Black Republican presidential hopeful Herman Cain and Rev. Al Sharpton zeroed in on Gov. Rick Perry Oct. 2 after the use of the N-word surfaced in connection with property leased for hunting by the Perry family since 1983.
The use of a racial slur to label a hunting ranch frequented by Texas Gov. Rick Perry and his father is turning the race for the Republican presidential nomination into a racial battlefield.
The word, in large block letters, had been painted on a rock slab standing upright at the entrance to the 42,000-acre Throckmorton ranch northwest of Fort Worth, Texas in a region regarded by Blacks as racially hostile because of stories about a lynching there, the Washington Post quoted locals. The 2010 Census indicated 11 Blacks existed out of 3,600 residents in Throckmorton County, where most of the ranch is located.
Cain slammed the leading contender for the GOP presidential for being insensitive to Blacks. There “isn’t a more vile, negative word than the N-word and for him to leave it there as long as he did before, I hear, that they finally painted over it, is just plain insensitive to a lot of Black people in this country,” Cain said on “Fox News Sunday.”
The word on the rock —“N—head”—had been painted over, but when such was actually painted-over is in dispute. Perry communications director Ray Sullivan told MSNBC that the word had been painted-over in the early 1980s. However, the Post said it was obscured only more recently. The property is owned by The Hendrick Home for Children of Abilene, a center for abused children. Hendrick CEO David Miller refused to comment, the Post said.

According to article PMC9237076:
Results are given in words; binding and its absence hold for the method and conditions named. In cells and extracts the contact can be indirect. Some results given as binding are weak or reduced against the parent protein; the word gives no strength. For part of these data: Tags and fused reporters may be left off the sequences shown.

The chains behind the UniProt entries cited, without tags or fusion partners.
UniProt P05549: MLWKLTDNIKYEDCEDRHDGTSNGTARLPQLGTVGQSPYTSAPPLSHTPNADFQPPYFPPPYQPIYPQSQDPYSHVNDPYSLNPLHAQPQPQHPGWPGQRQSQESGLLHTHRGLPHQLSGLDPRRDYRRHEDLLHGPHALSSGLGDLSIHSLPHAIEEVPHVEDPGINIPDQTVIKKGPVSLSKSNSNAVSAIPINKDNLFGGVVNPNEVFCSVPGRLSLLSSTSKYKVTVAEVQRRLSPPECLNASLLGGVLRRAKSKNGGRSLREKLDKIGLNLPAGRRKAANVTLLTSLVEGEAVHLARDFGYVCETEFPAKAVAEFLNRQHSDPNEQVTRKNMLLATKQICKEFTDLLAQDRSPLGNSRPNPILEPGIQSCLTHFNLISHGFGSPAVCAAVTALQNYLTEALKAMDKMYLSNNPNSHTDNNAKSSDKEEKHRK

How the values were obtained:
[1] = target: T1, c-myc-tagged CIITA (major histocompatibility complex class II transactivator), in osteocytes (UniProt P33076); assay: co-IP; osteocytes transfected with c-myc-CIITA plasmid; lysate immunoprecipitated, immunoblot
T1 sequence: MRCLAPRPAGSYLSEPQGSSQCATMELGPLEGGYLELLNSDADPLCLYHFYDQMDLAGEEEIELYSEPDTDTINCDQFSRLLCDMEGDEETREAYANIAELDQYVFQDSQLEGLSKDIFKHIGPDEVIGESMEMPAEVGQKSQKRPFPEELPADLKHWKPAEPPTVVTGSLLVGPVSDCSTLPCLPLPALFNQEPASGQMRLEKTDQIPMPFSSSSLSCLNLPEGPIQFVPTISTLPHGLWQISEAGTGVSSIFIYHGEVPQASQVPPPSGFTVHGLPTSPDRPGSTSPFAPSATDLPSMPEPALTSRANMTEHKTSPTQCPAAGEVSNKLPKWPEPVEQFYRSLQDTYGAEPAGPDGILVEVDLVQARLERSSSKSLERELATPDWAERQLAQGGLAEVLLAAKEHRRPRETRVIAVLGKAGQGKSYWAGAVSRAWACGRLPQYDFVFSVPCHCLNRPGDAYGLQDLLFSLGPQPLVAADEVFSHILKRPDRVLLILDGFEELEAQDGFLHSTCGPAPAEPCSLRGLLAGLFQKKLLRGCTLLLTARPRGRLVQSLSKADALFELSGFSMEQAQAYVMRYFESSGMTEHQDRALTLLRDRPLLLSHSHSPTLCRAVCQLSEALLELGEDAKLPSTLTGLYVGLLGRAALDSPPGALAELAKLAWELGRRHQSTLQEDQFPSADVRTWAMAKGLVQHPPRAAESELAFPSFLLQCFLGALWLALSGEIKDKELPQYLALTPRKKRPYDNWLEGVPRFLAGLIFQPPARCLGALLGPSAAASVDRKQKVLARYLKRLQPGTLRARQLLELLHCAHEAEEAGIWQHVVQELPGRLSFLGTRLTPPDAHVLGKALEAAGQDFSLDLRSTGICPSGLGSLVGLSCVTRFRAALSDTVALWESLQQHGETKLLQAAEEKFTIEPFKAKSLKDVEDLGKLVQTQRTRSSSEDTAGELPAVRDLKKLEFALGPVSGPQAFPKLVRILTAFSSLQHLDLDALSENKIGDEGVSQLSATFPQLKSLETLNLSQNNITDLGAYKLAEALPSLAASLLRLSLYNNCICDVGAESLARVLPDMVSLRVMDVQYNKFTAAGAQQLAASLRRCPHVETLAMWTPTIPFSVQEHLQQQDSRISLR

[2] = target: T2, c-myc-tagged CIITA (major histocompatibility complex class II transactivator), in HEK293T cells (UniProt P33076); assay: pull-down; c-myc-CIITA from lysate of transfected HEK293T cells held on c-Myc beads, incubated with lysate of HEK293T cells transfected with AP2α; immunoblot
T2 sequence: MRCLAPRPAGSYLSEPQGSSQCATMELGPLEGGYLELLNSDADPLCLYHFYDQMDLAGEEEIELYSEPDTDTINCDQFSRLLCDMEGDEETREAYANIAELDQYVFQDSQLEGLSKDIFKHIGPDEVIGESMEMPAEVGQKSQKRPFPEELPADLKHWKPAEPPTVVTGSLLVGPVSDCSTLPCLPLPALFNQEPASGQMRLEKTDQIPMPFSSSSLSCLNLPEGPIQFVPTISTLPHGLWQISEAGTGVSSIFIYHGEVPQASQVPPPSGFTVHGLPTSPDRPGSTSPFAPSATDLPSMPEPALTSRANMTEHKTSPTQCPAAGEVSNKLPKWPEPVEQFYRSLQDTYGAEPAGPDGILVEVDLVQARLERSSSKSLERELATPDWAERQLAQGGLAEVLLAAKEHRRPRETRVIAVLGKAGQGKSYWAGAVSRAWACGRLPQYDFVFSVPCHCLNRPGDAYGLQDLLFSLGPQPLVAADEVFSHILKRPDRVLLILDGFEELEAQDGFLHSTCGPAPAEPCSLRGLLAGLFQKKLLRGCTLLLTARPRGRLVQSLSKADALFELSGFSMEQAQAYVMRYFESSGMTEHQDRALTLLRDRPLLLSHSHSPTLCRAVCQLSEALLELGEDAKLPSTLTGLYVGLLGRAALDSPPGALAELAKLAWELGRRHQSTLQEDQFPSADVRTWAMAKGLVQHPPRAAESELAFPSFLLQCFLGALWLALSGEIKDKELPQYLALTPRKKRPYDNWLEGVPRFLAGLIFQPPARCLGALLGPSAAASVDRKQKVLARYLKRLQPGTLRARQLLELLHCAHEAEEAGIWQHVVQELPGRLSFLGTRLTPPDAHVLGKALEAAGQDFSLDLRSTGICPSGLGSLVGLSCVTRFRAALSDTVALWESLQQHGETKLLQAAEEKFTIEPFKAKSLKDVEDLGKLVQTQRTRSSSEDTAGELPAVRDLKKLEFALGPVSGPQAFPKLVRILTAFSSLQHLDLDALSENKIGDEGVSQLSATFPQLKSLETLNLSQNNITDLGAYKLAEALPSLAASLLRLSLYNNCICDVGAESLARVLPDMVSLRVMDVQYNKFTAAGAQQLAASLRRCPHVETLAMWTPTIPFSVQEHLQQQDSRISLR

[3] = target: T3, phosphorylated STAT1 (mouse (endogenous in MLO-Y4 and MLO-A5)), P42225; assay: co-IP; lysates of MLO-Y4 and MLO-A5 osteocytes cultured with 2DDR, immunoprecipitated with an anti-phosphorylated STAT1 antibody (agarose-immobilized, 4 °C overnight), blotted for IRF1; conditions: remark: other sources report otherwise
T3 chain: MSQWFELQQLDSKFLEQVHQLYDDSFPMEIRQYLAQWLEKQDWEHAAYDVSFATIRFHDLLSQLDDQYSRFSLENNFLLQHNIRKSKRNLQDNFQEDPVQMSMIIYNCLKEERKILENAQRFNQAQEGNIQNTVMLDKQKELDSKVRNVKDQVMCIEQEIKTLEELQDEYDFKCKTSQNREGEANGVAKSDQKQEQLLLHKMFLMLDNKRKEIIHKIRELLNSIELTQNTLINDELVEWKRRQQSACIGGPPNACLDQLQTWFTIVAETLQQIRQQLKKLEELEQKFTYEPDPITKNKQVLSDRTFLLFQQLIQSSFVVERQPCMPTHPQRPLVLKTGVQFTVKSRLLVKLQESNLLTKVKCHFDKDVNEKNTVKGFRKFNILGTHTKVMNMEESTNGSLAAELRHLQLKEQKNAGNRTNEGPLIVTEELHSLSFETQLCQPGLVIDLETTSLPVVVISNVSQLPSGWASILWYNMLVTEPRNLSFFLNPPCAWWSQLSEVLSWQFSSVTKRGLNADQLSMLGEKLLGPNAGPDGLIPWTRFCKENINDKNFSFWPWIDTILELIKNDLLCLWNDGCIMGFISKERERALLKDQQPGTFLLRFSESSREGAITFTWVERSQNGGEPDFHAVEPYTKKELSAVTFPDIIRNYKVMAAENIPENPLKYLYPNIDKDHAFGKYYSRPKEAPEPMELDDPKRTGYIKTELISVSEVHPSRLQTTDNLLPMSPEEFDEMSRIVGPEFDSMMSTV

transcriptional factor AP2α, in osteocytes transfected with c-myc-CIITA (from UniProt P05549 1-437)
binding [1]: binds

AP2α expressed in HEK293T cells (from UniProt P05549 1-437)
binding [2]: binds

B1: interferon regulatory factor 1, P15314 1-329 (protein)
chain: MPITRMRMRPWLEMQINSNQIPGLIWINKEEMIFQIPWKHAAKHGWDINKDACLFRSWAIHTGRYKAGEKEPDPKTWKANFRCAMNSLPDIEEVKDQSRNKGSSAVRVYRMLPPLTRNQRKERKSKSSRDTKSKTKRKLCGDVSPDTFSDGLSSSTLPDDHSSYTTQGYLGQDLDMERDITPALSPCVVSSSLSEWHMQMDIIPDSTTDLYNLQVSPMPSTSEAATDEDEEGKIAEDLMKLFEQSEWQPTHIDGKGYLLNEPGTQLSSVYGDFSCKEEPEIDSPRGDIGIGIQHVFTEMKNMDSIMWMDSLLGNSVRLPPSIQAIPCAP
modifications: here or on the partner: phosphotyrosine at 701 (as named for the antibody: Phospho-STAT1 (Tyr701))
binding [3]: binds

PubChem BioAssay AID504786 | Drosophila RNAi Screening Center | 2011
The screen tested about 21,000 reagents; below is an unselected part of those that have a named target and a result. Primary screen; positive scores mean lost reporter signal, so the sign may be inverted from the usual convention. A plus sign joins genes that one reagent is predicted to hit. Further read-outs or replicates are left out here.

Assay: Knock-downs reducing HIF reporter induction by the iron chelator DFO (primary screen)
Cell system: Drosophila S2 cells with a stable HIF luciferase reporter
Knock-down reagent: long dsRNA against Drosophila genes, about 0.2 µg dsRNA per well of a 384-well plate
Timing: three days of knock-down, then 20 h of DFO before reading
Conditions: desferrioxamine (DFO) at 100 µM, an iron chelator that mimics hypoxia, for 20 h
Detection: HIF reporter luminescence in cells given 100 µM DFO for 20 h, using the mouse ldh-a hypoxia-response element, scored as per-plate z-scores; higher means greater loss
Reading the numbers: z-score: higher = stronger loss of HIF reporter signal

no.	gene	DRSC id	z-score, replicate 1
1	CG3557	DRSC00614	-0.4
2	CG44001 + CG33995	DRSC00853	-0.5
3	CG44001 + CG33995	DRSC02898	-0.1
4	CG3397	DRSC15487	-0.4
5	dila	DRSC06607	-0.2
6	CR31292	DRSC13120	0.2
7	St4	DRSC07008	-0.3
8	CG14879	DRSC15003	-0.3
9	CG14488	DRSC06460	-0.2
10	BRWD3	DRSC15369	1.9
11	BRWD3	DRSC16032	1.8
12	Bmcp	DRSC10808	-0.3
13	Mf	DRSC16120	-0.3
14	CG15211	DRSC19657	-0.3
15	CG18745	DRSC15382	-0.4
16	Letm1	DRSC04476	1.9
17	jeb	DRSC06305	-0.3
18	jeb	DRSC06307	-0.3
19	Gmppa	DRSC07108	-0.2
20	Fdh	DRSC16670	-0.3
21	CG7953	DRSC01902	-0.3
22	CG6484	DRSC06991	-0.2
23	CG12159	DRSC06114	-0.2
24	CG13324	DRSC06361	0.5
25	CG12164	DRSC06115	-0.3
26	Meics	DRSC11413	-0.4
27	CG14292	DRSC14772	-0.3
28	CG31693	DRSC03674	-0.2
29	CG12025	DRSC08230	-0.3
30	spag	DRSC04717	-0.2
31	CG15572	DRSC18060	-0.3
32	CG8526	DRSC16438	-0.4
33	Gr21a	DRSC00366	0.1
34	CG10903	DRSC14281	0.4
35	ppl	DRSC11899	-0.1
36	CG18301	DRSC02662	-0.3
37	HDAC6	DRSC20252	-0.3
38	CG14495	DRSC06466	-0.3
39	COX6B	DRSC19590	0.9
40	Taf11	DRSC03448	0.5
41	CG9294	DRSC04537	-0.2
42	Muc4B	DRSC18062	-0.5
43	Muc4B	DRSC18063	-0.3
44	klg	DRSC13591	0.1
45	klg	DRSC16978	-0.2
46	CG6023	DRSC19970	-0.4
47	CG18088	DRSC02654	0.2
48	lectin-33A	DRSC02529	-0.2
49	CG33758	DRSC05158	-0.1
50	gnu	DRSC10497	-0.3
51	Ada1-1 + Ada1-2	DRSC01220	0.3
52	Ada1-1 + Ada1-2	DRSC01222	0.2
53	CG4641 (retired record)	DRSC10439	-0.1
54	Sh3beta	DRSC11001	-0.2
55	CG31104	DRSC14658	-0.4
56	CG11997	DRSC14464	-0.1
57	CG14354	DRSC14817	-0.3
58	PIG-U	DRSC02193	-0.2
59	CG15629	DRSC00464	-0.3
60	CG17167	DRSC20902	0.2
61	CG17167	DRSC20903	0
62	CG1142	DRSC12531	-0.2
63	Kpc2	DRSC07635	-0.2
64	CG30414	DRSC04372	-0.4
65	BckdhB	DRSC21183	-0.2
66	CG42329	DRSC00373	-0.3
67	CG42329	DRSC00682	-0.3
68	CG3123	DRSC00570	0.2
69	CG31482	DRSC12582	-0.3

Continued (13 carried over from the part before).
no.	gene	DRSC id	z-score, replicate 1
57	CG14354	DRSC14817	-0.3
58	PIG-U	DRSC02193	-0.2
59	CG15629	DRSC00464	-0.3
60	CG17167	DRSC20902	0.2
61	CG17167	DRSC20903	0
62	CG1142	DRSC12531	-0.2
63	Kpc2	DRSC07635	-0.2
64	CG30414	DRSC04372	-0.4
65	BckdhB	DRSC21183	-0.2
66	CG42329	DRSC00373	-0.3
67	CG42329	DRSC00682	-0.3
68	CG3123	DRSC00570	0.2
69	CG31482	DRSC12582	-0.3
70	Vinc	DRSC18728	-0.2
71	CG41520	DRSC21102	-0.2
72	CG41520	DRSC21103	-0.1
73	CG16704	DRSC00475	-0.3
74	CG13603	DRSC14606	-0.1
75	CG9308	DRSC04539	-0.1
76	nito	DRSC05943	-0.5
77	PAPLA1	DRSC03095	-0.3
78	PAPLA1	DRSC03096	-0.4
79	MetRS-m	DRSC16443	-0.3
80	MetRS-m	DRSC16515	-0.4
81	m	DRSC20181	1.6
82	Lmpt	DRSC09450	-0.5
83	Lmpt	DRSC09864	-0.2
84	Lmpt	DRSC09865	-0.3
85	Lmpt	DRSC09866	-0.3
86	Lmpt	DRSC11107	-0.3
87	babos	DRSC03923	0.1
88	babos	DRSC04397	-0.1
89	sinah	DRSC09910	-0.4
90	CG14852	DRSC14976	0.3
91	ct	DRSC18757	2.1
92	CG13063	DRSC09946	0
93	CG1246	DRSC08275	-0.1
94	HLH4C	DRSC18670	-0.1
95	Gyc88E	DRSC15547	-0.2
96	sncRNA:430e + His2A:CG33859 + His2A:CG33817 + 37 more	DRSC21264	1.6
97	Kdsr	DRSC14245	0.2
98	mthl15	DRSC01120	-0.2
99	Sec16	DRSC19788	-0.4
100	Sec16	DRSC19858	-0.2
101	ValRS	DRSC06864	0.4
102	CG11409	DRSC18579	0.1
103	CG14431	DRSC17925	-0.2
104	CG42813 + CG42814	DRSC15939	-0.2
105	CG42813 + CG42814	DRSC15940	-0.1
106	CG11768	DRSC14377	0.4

On Oct. 2 in remarks to Politico, Sharpton promised to use his MSNBC show Politics Nation to turn up the heat surrounding the use of the N-word to label hunting property used by Perry that was legible and visible as recently as this summer, according to the Washington Post.
“At worst, he either thought it was something he could identify with and even have some bit of irony,” Sharpton said.
“At best, he’s insensitive. How can someone who would seek the highest office in the land be so insensitive to the implications of that name?”
Perry’s campaign rebuttal to Cain’s remarks and assertions of racial insensitivity surfaced quickly after the Post story was published Oct. 2. “Mr. Cain is wrong about the Perry family’s quick action to eliminate the word on the rock.”